Dallas Defense Cures Takeaway Woes By Forcing Four Against Packers

GREEN BAY, Wis. – In a mere 60 minutes, the Cowboys did their best to double their takeaway tally on the season.

They didn't quite get there. But the much-maligned unit entered Lambeau Field on Sunday with five total takeaways, and they left with nine. Against a two-time NFL MVP in Aaron Rodgers, that's certainly commendable.

"This year the ball is kind of bouncing our way. Last year we didn't get a lot of takeaways, and it kind of works together," said Barry Church. "The rush has improved from last year, and our coverage on the back end has improved from last year. We're forcing teams to give us the ball, and we're taking advantage of it."

In a few short sentences, Church summarized an entire season for this defense. By no means have the Cowboys developed into elite-level ball hawks, but they're in the right places and getting the right bounces.

Things started off that way, as not one, not two, but three different Cowboys had a shot to recover a Jordy Nelson fumble before Morris Claiborne eventually fell on it.

It went to another level later on, when Rodgers was stripped near the Cowboys' goal line by David Irving – who also managed to recover it.

"They were driving us pretty good, and you've got to drive the whole field – not just 98 yards," Irving said.

It was difficult to explain why the Cowboys couldn't get takeaways last year. They had opportunities all throughout their disappointing 4-12 season, but they nabbed just eight interceptions and three fumble recoveries.

That's right, Sunday's spirited effort against the Packers saw the Cowboys recover as many fumbles in one day as they did all of last season.

It's not any easier to understand when the takeaways start coming, but Church said it's all about taking advantage of opportunities.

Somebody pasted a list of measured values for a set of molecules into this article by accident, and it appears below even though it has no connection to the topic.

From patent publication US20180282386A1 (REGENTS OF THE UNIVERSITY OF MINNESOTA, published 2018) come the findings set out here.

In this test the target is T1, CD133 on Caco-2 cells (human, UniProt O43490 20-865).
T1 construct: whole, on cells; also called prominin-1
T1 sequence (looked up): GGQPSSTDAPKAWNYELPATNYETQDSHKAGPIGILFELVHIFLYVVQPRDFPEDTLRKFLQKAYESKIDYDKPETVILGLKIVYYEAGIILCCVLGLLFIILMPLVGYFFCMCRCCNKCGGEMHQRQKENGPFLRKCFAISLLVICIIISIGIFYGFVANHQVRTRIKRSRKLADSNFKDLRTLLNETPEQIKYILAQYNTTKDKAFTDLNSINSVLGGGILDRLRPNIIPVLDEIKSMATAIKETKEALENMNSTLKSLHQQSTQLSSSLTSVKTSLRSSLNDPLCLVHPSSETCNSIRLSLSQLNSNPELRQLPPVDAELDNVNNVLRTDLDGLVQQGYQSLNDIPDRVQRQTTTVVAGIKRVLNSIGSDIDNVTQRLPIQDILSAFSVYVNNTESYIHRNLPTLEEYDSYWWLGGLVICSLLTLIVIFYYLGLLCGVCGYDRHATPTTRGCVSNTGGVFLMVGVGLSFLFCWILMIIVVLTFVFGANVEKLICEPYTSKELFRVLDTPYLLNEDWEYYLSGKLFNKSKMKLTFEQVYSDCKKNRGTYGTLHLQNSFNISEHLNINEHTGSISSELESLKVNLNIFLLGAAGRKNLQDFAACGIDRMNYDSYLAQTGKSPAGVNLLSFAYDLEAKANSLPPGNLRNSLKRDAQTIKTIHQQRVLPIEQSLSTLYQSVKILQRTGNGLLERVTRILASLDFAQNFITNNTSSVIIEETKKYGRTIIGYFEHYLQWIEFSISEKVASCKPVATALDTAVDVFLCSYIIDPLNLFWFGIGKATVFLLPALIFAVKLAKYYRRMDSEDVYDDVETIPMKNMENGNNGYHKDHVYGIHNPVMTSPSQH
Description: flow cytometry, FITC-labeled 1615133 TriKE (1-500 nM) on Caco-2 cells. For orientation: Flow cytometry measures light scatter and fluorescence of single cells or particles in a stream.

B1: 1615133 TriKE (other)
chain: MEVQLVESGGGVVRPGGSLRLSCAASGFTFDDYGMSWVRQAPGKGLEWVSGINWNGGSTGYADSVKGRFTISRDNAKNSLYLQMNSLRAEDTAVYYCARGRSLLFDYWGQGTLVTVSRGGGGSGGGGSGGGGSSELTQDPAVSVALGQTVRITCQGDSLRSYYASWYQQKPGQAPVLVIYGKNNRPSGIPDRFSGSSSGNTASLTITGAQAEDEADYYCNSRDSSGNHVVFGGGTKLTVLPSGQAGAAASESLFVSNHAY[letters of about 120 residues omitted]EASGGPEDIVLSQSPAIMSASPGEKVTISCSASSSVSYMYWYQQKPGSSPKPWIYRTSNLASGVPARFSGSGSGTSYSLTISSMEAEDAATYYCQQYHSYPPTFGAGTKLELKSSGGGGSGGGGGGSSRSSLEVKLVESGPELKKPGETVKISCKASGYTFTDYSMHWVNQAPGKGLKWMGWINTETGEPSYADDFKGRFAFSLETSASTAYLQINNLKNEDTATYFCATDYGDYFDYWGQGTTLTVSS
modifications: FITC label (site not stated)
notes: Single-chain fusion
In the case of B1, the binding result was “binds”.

"That's basically what it comes down to – you get about two or three chances to make a play, and you've just got to capitalize on it. So far this season we've been able to," he said.

Of course, it does help to get some assistance from the opposition. Church became the Cowboys' interceptions leader in the early third quarter when Rodgers threw a ball directly to him. The pick killed a Green Bay drive that had covered 30 yards and led to a Dallas field goal.

"I never saw him," Rodgers said. "Obviously, I threw it right in his chest. I never saw him."

By the time the Cowboys fell on their third fumble of the day – another strip of Rodgers, also recovered by Irving – the momentum had been permanently swung. That drive was nearing midfield, so it's entirely fair to say that all four Dallas takeaways ended potential scoring drives.

That helps explain how the Packers finished with just one touchdown and 16 total points, as Randall Cobb didn't find the end zone until the waning minutes of the fourth quarter – with the score sitting at 27-9.

Moreso than just better luck, Sean Lee also added that it comes down to effort and execution. Lee said when watching tape of the Dallas defense, he sees defenders playing fast and confidently – and that can pay dividends in the turnover game.

"We're playing defense the right way. We're playing the techniques the right way, we're playing with the right effort," he said. "And it's not just one group, it's the entire defense. And when you put it all together, that's when it shows up on the football field."

It's something the Cowboys couldn't put together in 2015, but they certainly appear to have it figured out to this point.


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